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Analysing the spatial patterns of the COVID-19 pandemic

Early action to contain local outbreaks is crucial for tackling the coronavirus spread, according to a team of EU-funded researchers.

Society

The economic and social effects of the COVID-19 outbreak are exposing inequalities within societies and between countries, emphasising concerns that poorer people and economically deprived areas are the hardest hit. The EU-funded IMAJINE project, which has been examining the dynamics of territorial inequalities in Europe and exploring how these can be most effectively addressed, is now contributing towards understanding and responding to the COVID-19 outbreak and its impacts. A team of researchers has compared the regional spread of the virus across different countries in Europe up to the end of April. “The UK had a far wider regional Coronavirus breakout than the rest of Europe, which suggests the lockdown started too late,” as noted in a news release by IMAJINE project coordinator Aberystwyth University. Conducted by a team at the same university, the research shows “that the spread of the virus in Britain was far less concentrated in just a few hotspots than in other European countries.” The same news release states: “It shows that the Helsinki region accounts for 69% of confirmed cases in Finland, the Norte region (around Porto) 60% of cases in Portugal, and the Oslo region 58% of cases in Norway. By contrast, London has more COVID-19 cases than any other part of the UK, but only accounts for less than 17% of total cases in the UK. This indicates that the outbreak spread more widely in the UK than other states in Europe.” According to Prof. Michael Woods from Aberystwyth University, “outbreaks are strongly regionalized and the degree of geographical concentration varies between countries. In countries with relatively low incidence of COVID-19 overall, cases tend to be concentrated in one or two cities or regions. In worse affected countries like Italy and Spain there are multiple ‘hotspots’ but also regions with much lower cases.” Prof. Woods emphasises the importance of geographical concentration “because whilst initial hotspots tend to be in well-connected more affluent regions, there is evidence that as an outbreak spreads it is less affluent areas that are mostly severely hit.” He adds: “More work is needed, but our analysis suggests that early action to contain the coronavirus geographically is important in limiting the severity of an outbreak.” The research team plans to analyse further the geographical spread of the coronavirus over the next few months, looking at “the impact of prosperity and rurality on the severity of the outbreak,” as stated in the same news release.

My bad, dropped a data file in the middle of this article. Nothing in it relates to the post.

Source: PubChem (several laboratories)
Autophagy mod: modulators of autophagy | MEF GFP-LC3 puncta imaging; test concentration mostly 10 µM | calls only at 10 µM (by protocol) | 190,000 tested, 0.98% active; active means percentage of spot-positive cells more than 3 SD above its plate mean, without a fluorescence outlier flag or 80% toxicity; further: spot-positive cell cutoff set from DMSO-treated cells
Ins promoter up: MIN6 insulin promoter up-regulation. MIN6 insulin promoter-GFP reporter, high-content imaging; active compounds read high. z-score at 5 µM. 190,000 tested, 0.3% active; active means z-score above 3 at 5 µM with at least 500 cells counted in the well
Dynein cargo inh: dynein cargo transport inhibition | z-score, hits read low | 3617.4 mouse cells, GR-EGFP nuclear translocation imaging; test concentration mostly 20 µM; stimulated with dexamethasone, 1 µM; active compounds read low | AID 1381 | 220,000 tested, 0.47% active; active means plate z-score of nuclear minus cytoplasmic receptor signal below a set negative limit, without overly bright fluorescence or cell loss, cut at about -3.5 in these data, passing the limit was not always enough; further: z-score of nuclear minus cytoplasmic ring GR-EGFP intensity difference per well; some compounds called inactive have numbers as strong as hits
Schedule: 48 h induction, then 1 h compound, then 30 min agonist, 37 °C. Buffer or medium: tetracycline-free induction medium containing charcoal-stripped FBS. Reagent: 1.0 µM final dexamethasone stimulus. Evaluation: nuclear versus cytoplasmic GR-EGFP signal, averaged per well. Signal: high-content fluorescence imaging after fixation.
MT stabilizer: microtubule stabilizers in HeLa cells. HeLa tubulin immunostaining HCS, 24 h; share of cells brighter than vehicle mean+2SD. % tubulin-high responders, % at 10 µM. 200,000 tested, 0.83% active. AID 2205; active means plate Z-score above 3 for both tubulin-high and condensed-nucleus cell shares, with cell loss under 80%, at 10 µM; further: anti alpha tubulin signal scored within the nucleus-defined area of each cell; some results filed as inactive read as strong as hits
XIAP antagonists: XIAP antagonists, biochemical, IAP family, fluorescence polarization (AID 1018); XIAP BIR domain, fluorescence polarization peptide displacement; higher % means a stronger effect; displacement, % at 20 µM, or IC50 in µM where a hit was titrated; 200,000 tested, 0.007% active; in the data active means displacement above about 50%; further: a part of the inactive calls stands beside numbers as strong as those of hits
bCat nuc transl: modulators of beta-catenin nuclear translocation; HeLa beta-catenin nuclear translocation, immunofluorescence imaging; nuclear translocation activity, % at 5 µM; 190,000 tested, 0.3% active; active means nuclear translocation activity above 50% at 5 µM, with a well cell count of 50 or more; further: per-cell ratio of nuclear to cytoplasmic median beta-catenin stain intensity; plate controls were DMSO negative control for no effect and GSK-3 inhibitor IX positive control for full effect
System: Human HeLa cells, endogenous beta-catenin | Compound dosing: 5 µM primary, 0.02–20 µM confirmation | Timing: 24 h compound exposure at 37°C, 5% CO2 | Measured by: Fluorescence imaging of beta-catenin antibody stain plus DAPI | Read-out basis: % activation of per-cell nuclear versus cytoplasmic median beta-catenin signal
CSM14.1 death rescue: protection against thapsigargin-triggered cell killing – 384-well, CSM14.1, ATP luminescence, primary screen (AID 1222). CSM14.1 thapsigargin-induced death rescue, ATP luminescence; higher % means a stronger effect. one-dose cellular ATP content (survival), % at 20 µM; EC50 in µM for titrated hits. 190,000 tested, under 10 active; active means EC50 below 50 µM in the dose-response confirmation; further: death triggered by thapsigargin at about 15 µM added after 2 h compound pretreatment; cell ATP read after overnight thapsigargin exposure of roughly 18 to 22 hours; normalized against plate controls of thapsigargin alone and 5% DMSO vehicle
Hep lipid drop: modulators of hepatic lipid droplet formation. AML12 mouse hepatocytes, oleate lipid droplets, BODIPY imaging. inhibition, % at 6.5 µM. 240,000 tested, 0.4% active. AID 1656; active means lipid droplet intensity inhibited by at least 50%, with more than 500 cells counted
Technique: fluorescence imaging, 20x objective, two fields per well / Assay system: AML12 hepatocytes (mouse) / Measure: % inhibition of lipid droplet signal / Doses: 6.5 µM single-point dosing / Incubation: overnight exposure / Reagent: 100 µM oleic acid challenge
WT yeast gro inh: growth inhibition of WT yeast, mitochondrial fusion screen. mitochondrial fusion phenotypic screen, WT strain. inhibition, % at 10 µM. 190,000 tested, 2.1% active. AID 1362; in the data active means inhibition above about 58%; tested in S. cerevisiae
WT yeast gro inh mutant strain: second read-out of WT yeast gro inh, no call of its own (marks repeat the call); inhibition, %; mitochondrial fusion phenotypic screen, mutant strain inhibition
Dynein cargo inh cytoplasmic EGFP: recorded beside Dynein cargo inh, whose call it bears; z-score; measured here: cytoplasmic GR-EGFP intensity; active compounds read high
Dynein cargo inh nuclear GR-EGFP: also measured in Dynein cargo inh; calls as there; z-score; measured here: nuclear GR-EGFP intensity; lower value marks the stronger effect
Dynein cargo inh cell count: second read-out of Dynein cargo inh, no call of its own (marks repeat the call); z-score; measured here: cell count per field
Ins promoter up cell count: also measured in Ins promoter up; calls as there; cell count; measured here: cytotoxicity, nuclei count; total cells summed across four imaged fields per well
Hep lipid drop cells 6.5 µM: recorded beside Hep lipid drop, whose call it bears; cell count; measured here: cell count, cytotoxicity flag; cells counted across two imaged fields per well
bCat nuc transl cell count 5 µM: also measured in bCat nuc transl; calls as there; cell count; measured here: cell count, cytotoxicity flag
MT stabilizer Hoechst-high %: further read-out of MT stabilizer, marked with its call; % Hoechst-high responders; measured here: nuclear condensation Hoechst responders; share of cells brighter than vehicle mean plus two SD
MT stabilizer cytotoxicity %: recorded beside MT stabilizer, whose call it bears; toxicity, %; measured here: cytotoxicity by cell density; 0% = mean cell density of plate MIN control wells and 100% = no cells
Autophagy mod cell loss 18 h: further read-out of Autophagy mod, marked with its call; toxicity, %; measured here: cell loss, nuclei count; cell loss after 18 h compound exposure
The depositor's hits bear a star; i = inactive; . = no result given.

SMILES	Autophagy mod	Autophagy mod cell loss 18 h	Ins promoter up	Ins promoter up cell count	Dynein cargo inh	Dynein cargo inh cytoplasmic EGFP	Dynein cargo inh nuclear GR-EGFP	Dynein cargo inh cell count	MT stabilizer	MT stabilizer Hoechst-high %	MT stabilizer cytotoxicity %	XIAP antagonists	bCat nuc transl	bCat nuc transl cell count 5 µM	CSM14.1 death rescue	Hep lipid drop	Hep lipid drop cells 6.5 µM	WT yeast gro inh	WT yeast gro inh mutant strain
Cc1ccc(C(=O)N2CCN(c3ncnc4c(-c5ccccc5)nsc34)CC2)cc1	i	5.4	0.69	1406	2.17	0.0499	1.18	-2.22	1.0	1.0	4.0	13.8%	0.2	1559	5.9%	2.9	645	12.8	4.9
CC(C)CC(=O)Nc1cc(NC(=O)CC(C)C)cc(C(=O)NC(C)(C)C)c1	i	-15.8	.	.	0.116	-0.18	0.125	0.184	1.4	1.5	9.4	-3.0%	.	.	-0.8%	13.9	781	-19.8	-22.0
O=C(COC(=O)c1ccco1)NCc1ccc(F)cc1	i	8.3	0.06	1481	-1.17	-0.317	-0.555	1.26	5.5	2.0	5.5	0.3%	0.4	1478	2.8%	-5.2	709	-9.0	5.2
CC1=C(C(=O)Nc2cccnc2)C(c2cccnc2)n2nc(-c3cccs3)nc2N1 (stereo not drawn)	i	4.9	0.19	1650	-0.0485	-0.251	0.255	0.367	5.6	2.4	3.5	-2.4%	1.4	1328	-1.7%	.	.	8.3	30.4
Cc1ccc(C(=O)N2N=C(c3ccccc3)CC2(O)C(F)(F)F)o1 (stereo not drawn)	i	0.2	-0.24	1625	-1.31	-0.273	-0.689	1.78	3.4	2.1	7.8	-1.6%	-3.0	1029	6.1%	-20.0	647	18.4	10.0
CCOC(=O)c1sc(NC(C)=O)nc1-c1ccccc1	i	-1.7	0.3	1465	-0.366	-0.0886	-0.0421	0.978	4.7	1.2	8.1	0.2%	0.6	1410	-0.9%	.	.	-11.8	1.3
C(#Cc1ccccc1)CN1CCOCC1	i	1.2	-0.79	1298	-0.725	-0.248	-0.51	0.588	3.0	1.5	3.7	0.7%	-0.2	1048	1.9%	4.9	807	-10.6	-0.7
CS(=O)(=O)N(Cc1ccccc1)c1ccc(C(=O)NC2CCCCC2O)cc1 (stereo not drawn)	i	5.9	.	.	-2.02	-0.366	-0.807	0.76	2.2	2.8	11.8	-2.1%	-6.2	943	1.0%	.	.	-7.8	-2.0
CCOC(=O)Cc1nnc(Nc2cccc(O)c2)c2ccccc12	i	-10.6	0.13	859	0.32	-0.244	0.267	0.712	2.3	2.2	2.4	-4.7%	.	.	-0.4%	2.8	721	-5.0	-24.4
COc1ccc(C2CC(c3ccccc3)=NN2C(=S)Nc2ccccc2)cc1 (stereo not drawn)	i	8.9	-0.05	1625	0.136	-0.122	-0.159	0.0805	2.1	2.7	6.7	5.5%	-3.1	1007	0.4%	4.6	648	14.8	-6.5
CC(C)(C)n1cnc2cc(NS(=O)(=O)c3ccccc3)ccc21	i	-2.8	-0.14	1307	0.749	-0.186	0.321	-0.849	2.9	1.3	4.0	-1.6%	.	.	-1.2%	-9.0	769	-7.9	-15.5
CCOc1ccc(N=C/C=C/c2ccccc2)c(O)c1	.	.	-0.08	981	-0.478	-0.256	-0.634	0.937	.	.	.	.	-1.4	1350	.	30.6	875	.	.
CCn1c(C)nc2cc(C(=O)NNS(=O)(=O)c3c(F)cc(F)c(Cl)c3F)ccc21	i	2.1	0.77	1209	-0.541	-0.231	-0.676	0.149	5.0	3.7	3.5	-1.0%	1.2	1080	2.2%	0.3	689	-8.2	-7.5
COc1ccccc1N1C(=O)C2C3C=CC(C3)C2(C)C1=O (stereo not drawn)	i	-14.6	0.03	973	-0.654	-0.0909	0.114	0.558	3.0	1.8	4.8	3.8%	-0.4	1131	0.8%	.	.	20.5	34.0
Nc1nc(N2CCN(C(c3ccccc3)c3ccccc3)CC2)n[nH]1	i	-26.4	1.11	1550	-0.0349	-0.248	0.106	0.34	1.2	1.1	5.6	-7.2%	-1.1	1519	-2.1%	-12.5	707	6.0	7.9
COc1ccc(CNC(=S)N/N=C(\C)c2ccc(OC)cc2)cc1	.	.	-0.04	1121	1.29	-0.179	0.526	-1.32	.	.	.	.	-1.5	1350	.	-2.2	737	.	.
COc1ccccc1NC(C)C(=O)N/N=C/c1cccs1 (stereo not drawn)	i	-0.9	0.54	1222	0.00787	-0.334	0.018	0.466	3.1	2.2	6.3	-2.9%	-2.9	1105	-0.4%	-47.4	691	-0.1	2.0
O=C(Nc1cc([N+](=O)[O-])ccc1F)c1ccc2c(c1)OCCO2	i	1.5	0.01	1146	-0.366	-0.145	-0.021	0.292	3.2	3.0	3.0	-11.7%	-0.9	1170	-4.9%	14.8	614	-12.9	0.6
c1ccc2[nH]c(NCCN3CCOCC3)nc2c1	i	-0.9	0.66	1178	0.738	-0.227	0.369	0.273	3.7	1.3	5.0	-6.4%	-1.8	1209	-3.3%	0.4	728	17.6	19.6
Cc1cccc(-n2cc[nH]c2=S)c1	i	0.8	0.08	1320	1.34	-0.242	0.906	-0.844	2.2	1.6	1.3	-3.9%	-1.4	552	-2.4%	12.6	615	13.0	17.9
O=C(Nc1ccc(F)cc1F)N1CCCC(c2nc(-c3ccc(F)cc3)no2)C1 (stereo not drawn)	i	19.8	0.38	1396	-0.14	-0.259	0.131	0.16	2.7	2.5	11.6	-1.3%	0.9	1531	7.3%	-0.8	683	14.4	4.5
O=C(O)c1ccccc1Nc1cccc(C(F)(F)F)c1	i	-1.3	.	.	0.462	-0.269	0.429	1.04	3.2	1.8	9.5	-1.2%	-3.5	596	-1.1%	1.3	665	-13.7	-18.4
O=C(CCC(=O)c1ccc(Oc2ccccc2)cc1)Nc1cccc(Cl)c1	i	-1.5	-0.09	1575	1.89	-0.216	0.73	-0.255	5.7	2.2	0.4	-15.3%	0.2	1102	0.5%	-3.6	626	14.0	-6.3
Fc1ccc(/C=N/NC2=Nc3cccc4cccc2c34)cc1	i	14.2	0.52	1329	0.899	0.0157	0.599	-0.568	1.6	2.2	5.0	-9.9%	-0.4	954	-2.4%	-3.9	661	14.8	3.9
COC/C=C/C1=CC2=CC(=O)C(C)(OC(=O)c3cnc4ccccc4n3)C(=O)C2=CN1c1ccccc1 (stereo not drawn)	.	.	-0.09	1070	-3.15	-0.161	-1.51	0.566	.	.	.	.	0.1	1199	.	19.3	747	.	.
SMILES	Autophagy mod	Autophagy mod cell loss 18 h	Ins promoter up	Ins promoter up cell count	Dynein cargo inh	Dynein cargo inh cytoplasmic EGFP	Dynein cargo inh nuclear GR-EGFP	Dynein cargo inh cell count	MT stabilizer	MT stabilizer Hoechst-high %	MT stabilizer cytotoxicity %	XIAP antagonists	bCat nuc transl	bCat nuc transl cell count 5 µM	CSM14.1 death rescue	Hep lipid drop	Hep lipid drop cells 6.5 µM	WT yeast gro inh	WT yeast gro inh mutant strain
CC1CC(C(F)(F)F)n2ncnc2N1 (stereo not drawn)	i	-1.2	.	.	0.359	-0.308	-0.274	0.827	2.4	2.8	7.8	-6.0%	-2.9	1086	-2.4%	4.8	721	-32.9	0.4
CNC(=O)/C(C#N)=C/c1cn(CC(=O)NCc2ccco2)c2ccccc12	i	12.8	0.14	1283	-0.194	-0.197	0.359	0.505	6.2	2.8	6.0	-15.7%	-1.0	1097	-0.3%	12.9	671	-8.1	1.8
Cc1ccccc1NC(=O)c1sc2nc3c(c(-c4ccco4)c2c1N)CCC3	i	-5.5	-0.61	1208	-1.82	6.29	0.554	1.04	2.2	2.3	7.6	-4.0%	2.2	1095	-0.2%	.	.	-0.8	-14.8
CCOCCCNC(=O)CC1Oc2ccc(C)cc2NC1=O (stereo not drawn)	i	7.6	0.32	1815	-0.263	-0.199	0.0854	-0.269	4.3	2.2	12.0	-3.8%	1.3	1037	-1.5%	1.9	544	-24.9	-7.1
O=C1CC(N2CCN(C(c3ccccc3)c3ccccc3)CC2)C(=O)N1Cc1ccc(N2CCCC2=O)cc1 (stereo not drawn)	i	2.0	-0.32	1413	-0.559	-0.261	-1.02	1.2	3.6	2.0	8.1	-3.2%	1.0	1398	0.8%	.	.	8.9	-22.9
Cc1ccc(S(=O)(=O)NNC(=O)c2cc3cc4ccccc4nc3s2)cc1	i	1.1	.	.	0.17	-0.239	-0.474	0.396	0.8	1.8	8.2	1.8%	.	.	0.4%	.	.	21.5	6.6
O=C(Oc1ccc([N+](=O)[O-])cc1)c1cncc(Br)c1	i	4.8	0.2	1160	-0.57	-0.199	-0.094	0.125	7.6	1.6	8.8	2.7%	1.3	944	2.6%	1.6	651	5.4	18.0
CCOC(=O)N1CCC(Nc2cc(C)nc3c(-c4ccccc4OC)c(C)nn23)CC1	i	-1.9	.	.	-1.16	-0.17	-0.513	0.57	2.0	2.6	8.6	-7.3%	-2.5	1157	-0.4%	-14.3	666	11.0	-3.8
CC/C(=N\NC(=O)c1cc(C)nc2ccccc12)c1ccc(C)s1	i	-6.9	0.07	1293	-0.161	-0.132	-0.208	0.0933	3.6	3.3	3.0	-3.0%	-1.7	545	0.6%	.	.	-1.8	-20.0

Territorial cohesion

The IMAJINE (Integrative Mechanisms for Addressing Spatial Justice and Territorial Inequalities in Europe) project will run until December 2021. It focuses on developing new integrative policy mechanisms to help European, national and regional government agencies better address territorial inequalities within the EU. A blog post on the project website explains how IMAJINE also examines the relationship between migration and inequality, covering residents and immigrants based in locations in Greece, Ireland, the Netherlands, Poland, Romania and Wales. The researchers say their findings “point to a profound relationship between migration and inequalities. Based on these findings, and recent developments, we can infer some of the consequences of the COVID-19 crisis on migration and socio-spatial inequality.” For more information, please see: IMAJINE project website

Keywords

IMAJINE, coronavirus, COVID-19, outbreak, inequality

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